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Obamney vs Robama: an Anarchic view of America's Economic and Political Duopoly!

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Published on Oct 17, 2012

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Welcome to Capital Account. Last night the two main contenders for US President debated issues including tax policy, jobs, energy, and the national debt. During the debate President Barack Obama proposed "the way we're going to create jobs here is not just to change our tax code but also to double our exports." But to whom, exactly, can we export? The Eurozone, the US's largest trading partner, is contracting, and major emerging markets are slowing down. On the other hand, Mitt Romney stated that, "On day one, I will label China a currency manipulator." China is the largest foreign customer for US debt; do we really want to start a trade war with China? And where was the discussion of lobbying, of special interests and of the favorable treatment for connected, too-big-to-fail firms? What about a serious conversation that delves into how we may finally begin slicing into the sacred cow of military spending and the major firms that benefit from it? Perhaps when it comes to these issues, the candidates are not very different; our guest, Joel Bowman, Managing Editor for The Daily Reckoning, describes the candidates as "Obamney" and "Robama." We talk to Joel Bowman about why he feels the two candidates are not so different after all.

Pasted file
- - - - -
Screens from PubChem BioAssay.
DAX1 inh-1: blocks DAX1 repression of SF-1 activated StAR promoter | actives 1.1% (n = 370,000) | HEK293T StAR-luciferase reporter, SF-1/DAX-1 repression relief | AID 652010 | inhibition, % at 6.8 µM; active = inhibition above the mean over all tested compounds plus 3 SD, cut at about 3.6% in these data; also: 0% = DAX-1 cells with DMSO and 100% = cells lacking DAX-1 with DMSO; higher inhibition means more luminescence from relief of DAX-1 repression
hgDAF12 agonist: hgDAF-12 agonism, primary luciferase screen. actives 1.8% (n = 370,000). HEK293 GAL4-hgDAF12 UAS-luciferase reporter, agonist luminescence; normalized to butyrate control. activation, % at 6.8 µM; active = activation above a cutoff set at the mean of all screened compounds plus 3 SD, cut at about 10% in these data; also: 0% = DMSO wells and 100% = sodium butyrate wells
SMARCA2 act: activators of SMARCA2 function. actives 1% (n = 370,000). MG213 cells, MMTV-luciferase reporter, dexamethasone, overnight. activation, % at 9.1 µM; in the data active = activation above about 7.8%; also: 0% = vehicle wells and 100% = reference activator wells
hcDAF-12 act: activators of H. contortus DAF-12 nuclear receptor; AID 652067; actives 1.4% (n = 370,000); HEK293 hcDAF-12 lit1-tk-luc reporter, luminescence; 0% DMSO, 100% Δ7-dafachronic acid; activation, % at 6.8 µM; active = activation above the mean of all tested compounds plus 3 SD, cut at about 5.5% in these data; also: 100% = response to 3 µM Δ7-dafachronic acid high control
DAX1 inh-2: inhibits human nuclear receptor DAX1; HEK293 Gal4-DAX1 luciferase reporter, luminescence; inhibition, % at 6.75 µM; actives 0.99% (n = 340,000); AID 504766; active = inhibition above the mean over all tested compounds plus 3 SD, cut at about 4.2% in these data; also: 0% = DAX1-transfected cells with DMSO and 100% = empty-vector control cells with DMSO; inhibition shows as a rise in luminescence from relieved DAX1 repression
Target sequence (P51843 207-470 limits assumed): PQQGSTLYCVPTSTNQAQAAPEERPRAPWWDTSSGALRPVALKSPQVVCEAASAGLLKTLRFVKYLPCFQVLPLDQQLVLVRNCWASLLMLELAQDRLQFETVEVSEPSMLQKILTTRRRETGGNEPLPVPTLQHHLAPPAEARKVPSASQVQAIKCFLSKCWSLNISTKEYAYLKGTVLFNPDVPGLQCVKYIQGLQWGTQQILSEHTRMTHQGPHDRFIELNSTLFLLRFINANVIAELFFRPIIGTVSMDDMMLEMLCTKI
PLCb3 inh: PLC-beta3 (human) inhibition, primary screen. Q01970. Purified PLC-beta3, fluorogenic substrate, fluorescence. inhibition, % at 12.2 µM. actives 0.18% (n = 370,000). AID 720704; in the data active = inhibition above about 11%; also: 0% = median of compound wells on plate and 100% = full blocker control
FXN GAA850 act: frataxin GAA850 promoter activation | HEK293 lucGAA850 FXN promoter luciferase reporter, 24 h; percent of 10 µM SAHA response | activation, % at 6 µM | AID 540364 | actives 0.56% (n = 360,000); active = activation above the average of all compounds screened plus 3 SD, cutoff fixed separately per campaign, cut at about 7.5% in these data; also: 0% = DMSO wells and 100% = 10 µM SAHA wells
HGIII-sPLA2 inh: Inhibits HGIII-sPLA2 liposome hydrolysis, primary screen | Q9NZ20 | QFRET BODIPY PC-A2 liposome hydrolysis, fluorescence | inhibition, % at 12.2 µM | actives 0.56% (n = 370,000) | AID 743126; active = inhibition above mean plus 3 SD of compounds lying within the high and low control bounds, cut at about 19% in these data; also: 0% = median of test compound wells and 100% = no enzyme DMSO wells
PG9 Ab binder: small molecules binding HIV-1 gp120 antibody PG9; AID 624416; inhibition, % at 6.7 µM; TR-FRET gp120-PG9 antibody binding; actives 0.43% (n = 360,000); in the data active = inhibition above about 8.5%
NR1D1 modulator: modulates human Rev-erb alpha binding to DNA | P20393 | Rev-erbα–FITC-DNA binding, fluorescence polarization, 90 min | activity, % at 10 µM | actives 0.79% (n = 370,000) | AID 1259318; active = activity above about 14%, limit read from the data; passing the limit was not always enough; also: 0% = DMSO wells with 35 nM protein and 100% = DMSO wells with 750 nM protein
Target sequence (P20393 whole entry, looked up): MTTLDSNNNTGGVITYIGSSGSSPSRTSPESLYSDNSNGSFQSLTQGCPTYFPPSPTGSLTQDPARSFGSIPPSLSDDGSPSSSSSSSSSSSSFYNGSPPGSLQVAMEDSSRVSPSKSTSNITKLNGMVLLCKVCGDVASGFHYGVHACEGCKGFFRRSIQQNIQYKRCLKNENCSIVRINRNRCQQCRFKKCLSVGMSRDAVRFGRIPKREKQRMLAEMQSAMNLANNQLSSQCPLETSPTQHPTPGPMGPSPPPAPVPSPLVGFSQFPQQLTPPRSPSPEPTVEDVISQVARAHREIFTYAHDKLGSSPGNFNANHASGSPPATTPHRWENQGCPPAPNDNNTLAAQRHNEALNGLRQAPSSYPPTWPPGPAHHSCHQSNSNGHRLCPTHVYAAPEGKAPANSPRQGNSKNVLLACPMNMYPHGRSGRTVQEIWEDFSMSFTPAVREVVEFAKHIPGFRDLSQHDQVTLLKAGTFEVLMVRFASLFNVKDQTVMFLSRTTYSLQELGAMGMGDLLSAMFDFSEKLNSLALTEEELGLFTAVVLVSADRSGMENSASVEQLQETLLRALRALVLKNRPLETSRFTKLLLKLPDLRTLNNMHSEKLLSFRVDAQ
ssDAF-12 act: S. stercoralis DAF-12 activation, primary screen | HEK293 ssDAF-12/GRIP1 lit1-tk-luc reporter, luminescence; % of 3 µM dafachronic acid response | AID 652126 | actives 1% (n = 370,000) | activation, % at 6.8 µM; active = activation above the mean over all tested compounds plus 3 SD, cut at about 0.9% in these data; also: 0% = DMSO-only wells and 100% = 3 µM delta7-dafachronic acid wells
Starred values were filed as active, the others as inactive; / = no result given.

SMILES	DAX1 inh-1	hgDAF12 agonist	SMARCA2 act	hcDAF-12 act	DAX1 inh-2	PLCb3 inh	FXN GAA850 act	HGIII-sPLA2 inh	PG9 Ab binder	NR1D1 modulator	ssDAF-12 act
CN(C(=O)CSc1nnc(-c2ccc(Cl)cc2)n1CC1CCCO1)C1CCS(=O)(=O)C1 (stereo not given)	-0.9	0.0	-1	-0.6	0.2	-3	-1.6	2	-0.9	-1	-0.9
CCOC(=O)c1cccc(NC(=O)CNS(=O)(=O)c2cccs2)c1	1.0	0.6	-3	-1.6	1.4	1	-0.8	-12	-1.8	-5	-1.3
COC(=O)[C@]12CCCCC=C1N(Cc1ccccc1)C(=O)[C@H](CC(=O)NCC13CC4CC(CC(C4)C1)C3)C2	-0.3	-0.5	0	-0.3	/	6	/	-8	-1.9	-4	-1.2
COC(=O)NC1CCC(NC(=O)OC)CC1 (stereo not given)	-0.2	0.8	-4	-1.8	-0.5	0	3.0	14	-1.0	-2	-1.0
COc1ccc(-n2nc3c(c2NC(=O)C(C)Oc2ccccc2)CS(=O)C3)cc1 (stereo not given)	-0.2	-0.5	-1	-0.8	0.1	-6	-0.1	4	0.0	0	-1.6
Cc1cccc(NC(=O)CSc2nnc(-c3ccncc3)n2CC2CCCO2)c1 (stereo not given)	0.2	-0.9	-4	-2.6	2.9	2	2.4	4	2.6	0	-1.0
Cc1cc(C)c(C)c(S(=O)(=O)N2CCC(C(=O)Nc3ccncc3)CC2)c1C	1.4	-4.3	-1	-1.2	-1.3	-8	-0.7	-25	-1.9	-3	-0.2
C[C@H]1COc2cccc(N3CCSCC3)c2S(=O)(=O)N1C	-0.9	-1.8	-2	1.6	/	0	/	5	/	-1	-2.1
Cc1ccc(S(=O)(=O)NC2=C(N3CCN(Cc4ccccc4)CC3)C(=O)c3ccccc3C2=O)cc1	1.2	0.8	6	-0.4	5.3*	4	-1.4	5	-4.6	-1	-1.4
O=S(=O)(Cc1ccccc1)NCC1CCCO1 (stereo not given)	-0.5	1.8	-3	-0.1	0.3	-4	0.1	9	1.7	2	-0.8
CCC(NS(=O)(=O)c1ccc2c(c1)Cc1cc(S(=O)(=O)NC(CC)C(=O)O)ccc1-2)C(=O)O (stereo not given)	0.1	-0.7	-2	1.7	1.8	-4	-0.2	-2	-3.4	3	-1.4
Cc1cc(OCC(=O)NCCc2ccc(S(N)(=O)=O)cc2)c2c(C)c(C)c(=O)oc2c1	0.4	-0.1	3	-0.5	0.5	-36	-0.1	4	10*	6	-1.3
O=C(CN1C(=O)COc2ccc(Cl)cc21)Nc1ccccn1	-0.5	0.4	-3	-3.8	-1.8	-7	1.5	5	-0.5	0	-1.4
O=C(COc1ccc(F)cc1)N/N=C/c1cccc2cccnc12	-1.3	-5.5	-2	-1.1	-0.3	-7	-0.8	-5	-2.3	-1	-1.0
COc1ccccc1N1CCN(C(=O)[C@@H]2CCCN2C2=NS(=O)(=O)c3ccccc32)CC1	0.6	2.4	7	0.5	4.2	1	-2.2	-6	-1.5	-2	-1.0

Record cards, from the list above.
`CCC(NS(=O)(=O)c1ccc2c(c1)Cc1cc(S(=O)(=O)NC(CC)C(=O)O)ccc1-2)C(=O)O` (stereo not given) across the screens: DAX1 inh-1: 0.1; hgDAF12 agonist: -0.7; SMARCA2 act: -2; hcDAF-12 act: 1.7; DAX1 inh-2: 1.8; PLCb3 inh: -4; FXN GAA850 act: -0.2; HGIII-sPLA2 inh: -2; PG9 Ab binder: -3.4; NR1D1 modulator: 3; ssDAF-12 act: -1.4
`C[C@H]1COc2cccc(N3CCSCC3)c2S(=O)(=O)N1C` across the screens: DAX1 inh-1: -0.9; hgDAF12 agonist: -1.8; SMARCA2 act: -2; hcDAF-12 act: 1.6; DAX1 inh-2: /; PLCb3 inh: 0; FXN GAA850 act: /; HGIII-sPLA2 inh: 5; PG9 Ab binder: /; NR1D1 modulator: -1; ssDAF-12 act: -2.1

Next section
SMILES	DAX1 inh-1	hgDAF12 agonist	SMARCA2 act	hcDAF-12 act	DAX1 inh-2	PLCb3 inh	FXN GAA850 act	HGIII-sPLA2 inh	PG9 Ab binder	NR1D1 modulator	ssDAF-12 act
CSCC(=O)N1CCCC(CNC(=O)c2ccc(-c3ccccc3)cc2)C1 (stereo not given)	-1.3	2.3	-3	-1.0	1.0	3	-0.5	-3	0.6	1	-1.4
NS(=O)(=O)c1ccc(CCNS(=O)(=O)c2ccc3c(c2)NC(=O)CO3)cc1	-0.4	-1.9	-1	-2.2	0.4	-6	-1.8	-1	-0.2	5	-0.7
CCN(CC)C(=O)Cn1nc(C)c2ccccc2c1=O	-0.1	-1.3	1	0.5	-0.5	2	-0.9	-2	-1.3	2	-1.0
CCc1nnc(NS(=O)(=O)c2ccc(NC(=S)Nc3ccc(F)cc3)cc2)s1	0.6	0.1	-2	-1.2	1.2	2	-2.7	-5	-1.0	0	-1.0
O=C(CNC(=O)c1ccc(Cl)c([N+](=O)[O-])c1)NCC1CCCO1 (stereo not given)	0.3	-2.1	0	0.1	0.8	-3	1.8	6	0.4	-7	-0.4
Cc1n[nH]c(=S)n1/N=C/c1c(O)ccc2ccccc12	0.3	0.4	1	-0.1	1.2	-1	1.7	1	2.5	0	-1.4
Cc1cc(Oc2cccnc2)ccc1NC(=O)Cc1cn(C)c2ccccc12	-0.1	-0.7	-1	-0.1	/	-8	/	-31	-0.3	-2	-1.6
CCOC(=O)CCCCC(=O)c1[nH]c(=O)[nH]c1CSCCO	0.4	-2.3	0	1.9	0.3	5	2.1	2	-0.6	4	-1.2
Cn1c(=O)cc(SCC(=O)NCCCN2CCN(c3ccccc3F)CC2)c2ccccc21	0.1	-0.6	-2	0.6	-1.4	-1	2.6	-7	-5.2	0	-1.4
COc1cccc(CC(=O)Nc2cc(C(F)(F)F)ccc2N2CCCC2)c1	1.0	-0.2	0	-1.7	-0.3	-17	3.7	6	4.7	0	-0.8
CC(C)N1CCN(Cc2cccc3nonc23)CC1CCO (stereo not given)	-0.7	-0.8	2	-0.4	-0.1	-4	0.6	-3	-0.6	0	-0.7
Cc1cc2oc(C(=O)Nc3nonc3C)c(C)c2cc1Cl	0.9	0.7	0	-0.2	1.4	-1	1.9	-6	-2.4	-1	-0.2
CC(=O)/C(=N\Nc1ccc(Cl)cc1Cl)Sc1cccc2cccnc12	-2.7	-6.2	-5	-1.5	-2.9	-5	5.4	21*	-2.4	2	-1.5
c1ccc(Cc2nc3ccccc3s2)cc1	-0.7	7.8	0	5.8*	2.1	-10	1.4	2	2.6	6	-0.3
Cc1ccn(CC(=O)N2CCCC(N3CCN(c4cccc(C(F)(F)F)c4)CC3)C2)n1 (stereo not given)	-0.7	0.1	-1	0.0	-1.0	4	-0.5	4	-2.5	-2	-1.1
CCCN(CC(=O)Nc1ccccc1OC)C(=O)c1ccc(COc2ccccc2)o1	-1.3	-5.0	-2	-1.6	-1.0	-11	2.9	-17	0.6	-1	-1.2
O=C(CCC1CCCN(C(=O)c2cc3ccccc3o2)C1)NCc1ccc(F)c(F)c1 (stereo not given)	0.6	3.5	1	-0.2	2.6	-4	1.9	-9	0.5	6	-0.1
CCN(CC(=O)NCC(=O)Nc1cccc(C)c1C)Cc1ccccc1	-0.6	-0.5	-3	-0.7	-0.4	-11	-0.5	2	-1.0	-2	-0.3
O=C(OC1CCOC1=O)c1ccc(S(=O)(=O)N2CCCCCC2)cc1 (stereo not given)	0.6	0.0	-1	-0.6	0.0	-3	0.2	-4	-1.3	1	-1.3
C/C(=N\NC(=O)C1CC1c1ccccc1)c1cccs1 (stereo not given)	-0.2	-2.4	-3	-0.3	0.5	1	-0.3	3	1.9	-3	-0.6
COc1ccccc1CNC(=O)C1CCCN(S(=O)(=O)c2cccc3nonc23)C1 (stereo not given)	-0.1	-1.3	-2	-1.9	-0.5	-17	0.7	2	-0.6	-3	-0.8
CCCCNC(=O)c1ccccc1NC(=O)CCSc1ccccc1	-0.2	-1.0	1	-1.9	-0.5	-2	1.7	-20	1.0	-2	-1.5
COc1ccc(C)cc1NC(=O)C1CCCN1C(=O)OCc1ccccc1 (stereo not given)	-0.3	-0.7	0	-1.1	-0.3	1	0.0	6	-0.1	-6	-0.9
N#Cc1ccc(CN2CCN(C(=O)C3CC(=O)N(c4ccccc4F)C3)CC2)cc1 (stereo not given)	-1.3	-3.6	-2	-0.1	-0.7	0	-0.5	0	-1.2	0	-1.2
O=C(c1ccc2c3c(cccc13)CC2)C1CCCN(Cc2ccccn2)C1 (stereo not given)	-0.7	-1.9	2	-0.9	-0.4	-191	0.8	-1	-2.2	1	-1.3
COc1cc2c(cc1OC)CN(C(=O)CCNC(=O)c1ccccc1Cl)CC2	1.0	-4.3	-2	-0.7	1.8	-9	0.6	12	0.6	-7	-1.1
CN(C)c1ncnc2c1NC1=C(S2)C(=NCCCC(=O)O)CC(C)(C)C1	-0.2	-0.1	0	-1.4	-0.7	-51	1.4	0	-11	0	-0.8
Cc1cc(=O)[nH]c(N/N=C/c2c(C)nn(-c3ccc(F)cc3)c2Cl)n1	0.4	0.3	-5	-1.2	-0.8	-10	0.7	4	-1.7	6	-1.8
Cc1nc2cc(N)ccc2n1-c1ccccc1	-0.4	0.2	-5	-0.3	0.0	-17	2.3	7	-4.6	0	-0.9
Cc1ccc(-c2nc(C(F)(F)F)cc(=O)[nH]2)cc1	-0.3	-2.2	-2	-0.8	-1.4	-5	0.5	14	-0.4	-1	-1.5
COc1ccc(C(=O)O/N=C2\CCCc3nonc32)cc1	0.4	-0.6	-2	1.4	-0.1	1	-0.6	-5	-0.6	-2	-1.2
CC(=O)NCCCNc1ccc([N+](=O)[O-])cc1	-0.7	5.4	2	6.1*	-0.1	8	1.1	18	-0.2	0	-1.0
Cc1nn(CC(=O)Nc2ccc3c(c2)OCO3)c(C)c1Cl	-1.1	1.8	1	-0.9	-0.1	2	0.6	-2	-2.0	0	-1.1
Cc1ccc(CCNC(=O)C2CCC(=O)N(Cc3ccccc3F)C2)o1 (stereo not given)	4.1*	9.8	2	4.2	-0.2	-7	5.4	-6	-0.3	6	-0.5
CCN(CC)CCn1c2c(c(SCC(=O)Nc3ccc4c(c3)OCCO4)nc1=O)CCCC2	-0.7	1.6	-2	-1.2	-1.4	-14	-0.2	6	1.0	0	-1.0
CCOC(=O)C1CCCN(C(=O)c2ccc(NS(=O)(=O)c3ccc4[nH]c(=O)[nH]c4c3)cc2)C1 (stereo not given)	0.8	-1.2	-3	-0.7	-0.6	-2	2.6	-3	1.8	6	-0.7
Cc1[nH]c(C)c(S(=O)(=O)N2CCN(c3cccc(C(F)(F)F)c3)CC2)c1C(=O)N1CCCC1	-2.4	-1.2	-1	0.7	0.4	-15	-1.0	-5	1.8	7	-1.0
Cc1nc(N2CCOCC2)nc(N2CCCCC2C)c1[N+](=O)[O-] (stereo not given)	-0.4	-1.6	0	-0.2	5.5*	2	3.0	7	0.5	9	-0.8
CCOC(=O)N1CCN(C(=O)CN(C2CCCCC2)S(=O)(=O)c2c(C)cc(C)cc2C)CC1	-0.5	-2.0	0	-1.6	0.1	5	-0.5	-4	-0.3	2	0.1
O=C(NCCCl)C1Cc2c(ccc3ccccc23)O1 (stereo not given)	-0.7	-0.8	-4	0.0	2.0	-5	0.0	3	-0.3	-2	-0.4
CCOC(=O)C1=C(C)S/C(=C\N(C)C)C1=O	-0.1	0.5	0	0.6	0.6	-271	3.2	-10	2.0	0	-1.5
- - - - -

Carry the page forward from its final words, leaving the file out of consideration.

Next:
Plus, we often hear about likely voters, but what about the non-voter class in the US? Non-voters include those who are disillusioned by the lack of choice of candidates. We hear from Joel Bowman of the Daily Reckoning about what non-voters can do and why he thinks more Anarcho-capitalists are coming out of the woodwork. He also takes issue with the popular expression of the anarchist as a "molotov wielding hooligan."

And the economy ranks as the most important issue among likely US voters, while government ethics and corruption ranks third. Why was there no talk of the Federal Reserve at last night's debate? After all, the FBI has been busy investigating terror plots against the Fed itself, so one would think that the vitriol alone would warrant a broaching of the subject in the popular press. Also, where was the discussion of the too big to fail banks? What about common sense regulation that isn't burdensome to business or tailored for oligopolies? Lauren and Demetri examine the major economic issues that have been missing from the debates in today's "Loose Change."

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